For the last few months, my extended family and I have been getting together on twice-weekly Zoom calls. Every Wednesday and Saturday, the room is open for any of my three siblings and/or their kids, my mother (living alone), an uncle, a cousin and me to come together and connect beyond the walls of our own homes. The Saturday gathering usually features a discussion of a movie, but recently we set aside the movie topic to share our respective “book canons.”
The family member who suggested the topic made a point to distinguish between a canon and someone’s favorite books and/or books one would recommend to others. A canon, she explained, helps explore and explain who a person is. The discussion was a fascinating window into my family members, some of whom I’ve known my whole life (or theirs). My brother, a proud former Marine, ultimately decided to leave the service as a young man after reading “Johnny Got His Gun” and an autobiography of the Dalai Lama. One person listed “The Big Book of Alcoholics Anonymous,” another, Tracy Kidder’s “The Soul of a New Machine.” My mother, who went through a difficult divorce, clung to the 1976 self-help classic “How to Survive the Loss of a Love” and has frequently given it to others who were going through similar losses.
I developed my list using the question: Which books made MaryAnn who she is? Here are a few:
“A Wrinkle in Time,” by Madeleine L’Engle. I often say that my theology is mostly Jesus, with a side of The Force and a good bit of “Wrinkle.” This was the first book that made me cry, and it provided the inspiration for my one and only tattoo.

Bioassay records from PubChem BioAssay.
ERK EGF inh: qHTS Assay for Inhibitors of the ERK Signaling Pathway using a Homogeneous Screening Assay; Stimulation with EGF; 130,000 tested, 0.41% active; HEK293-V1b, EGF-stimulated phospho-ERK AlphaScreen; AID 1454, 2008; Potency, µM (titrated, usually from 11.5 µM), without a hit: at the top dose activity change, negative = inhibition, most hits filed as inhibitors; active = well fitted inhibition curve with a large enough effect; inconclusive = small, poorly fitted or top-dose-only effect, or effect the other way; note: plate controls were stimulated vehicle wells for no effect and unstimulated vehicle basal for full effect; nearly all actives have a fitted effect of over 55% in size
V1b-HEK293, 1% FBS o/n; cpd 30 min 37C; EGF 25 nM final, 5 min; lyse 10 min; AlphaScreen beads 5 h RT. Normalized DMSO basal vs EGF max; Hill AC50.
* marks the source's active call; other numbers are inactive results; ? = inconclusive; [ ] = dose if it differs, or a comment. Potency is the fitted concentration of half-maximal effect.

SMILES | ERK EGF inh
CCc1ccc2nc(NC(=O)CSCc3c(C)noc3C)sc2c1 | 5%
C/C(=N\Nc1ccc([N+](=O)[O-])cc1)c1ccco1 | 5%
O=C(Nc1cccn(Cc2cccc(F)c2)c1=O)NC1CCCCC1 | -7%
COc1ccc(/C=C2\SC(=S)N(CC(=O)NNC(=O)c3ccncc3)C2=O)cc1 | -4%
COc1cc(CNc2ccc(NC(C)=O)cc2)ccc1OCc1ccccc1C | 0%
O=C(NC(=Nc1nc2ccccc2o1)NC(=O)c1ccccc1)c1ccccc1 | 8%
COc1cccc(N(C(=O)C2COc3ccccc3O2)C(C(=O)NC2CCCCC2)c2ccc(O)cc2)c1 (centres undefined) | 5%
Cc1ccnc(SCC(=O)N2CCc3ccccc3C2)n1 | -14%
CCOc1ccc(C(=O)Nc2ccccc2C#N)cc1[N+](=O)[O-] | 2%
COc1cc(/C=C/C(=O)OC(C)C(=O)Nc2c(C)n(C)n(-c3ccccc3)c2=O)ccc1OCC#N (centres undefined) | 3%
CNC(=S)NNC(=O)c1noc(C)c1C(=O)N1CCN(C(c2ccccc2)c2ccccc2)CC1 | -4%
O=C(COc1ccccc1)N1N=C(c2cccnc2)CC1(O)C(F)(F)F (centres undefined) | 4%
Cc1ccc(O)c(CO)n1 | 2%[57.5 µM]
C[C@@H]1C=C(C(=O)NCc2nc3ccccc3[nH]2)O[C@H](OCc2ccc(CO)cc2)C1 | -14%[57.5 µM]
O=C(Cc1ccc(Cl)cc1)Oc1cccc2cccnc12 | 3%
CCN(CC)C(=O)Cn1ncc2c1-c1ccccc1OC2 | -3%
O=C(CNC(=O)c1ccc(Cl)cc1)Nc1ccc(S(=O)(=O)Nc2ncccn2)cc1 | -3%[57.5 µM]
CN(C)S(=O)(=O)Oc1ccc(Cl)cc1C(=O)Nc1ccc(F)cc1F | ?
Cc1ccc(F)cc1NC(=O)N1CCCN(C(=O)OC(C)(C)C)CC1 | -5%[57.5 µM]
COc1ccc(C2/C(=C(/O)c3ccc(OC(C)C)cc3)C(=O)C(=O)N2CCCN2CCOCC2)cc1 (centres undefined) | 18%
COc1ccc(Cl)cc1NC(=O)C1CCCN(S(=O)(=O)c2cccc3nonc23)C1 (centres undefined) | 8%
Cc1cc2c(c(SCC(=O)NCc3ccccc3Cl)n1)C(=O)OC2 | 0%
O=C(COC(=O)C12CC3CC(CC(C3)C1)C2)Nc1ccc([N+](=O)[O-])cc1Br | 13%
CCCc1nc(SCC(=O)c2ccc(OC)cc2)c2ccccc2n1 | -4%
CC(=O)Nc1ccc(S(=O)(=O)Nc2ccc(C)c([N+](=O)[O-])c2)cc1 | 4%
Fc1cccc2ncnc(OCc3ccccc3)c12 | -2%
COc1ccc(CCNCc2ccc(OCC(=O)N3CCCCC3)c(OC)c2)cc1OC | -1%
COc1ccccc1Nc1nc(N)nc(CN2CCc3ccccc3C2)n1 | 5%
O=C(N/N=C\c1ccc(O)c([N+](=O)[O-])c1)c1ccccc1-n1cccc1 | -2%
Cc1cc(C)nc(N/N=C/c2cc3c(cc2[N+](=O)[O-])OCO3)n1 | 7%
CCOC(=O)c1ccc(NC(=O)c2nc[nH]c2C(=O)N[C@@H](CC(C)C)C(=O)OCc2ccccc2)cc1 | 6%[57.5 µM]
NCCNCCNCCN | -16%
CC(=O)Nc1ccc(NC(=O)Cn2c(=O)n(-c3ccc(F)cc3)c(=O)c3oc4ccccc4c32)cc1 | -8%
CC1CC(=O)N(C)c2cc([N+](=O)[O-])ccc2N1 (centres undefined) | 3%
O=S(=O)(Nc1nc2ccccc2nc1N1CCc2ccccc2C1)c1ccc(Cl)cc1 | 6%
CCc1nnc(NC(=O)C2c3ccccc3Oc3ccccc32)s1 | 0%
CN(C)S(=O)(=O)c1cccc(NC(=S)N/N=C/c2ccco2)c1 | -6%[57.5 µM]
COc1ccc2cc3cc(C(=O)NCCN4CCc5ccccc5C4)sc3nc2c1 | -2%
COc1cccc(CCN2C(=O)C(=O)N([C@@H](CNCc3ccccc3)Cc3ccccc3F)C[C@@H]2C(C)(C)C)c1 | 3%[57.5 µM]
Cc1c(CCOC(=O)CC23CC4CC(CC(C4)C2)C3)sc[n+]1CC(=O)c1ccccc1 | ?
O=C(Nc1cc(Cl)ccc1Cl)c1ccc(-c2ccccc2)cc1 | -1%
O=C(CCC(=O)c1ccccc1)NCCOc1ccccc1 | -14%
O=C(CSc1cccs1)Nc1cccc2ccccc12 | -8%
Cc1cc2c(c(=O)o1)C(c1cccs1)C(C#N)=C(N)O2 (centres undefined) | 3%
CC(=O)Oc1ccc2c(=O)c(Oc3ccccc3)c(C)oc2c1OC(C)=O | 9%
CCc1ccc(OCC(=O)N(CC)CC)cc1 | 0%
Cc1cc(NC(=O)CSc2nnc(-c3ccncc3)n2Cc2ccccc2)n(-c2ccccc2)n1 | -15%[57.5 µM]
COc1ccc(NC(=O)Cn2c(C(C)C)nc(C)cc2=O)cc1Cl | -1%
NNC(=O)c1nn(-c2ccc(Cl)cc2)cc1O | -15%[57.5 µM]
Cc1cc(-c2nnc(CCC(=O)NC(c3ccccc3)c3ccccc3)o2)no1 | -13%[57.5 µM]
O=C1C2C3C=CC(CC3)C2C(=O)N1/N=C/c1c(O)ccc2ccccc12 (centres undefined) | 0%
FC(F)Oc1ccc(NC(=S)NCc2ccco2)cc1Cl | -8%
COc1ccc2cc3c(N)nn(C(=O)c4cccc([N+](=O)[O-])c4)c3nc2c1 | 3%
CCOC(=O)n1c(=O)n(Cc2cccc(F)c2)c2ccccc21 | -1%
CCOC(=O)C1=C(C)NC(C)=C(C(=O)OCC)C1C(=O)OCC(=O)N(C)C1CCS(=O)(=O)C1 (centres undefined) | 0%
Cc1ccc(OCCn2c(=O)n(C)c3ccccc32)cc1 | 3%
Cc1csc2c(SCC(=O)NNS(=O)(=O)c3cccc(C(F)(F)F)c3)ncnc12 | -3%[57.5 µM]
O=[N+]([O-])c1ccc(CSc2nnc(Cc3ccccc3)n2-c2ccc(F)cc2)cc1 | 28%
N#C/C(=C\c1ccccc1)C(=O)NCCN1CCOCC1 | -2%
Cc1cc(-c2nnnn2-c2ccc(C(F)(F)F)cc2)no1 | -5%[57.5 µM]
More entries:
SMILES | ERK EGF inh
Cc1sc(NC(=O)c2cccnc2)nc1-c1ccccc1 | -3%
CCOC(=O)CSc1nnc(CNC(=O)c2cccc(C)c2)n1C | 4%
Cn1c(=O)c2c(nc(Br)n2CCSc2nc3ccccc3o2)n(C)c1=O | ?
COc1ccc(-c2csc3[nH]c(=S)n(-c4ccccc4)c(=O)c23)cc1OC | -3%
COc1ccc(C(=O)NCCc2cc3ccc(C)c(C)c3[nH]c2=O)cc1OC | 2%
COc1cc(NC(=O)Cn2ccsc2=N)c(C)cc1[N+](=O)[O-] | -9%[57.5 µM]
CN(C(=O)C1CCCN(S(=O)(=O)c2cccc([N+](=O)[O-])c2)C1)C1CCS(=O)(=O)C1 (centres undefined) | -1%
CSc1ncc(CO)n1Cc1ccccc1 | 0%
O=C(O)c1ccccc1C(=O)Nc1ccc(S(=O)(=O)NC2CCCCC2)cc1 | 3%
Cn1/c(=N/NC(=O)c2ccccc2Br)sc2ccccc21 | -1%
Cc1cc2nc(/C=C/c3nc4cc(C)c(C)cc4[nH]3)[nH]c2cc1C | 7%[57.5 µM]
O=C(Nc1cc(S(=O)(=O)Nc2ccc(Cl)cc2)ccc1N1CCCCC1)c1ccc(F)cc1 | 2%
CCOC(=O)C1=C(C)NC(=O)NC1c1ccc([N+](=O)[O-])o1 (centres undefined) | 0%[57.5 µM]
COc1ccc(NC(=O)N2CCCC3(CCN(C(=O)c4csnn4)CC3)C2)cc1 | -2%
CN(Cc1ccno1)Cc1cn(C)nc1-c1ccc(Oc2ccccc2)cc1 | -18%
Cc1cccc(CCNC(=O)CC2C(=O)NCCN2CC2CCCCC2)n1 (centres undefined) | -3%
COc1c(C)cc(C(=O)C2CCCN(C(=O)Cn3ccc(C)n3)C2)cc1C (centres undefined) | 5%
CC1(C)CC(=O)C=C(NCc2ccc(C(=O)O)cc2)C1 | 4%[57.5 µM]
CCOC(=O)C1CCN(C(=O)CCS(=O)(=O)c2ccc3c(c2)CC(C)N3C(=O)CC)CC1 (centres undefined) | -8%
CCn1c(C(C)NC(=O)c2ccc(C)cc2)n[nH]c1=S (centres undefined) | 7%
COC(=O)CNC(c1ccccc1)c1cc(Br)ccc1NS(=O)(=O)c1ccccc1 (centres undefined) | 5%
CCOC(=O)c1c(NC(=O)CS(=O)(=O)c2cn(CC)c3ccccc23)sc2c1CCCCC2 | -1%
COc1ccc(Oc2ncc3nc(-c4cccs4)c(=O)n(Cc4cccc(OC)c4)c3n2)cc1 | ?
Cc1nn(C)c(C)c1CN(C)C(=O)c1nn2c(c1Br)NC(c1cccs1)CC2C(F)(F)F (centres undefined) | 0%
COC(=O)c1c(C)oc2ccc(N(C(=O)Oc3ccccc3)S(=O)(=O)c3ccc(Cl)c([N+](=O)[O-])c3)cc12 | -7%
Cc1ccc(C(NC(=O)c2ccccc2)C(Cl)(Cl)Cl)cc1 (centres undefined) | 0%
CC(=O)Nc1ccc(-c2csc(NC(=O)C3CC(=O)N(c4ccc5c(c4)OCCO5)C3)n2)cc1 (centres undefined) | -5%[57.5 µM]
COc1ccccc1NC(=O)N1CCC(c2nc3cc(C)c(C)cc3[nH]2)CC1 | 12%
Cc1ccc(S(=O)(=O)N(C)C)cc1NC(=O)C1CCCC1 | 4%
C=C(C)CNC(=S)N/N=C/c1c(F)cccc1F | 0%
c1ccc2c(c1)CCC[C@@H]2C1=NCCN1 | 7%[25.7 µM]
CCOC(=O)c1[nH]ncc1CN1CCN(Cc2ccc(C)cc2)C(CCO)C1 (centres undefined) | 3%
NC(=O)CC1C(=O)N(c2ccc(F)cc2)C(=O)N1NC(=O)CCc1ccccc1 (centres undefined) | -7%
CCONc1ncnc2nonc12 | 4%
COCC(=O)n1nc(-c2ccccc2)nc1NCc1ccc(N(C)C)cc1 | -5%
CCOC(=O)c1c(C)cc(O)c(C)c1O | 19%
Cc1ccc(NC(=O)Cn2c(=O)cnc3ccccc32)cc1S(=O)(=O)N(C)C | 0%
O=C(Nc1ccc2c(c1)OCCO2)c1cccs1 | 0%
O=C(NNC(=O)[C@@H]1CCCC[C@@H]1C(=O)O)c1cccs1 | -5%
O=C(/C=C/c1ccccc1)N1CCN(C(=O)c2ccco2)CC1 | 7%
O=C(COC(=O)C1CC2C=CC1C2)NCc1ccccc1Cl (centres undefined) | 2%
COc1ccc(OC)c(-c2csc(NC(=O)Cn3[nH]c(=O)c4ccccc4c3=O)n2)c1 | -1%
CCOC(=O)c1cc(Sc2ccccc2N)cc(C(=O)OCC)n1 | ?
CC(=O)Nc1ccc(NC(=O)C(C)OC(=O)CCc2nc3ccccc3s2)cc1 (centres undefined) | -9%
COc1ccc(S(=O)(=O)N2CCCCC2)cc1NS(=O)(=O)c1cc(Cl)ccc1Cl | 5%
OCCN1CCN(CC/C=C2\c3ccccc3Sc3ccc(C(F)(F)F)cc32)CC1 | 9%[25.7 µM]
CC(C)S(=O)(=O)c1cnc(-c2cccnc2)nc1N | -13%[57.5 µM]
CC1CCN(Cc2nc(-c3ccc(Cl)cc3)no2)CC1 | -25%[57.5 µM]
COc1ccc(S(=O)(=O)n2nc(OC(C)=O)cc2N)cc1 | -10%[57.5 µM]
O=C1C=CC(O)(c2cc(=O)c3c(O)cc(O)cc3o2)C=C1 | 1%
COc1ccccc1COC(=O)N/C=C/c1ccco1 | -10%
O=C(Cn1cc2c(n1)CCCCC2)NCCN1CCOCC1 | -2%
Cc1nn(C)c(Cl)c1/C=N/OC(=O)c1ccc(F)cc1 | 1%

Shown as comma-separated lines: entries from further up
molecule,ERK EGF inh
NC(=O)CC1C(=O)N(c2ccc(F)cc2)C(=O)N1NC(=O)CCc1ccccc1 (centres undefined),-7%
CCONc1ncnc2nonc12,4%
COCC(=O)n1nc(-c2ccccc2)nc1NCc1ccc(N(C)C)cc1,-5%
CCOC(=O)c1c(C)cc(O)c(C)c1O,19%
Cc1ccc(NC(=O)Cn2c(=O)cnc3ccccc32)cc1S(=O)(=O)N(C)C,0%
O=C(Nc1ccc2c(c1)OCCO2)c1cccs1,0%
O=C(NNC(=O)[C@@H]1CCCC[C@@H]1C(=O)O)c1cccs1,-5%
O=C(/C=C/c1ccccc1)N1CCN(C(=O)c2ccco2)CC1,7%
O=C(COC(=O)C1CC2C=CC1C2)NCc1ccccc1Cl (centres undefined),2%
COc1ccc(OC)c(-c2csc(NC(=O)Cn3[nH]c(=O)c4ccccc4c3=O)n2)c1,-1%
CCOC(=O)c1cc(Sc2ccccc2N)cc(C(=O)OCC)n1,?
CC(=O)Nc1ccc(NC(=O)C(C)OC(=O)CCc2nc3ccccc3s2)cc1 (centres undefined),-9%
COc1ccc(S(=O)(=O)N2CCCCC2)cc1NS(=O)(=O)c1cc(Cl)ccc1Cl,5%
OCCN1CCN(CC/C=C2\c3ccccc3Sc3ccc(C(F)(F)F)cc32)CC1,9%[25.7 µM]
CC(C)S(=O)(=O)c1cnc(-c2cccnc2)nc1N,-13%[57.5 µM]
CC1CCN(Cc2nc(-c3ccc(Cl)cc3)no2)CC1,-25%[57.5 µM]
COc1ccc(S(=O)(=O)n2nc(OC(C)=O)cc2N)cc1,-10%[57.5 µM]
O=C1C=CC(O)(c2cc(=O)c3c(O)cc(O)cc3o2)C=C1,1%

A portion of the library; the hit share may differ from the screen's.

“On Tyranny: Twenty Lessons from the Twentieth Century,” by historian Timothy Snyder. I’ve reread this book every few months for the past three years. It’s a slim volume that connects 20th-century authoritarianism with our modern time in some important and alarming ways. At its core, the book is about what it means to be a good citizen: Do not obey in advance. Take responsibility for the face of the world. Be calm when the unthinkable arrives.
The “Harry Potter” series, by J.K. Rowling. I was astounded to be the only one in my family who listed these books! I suspect if I had been born at a different time, these would have replaced L’Engle in terms of forming my personal theology. Like “A Wrinkle in Time,” the plot boils down to a cosmic battle between good and evil, akin to what Christians know as Christus Victor theology.
A tie between “The Red Tent,” by Anita Diamant, and “The Last Temptation of Christ,” by Nikos Kazantzakis. Both are imaginative riffs on biblical stories that expanded my spiritual and moral imagination. The former is a wonderful piece of speculative fiction with incredible details and an earthy, feminist sensibility. I read it while nursing my eldest child. The latter is slow to start, but by the end I was completely pulled in to the idea that Jesus was able to see, with full clarity, what he was giving up (marriage, family, a normal life) by dying on the cross. Incredible.
From there, the canon got more idiosyncratic. The other books I listed were formative for me personally, but I stopped short of recommending them — not because they aren’t worthwhile, but because they probably hit me at the right time and may not translate. One of those books was “New World New Mind,” by Robert Ornstein. I read this book in high school, and it was my first introduction to the concept of the amygdala. Our brains were wired by our evolution to respond to predators and other immediate dangers, but in our overstimulating modern world, that wiring betrays us. Gradual changes are much more deadly in the modern age (climate change, even pandemics), so we need to learn to rewire our brains to survive. This idea has been said many times in many places since, but this book changed the way I perceive the world.
What would be in your book canon?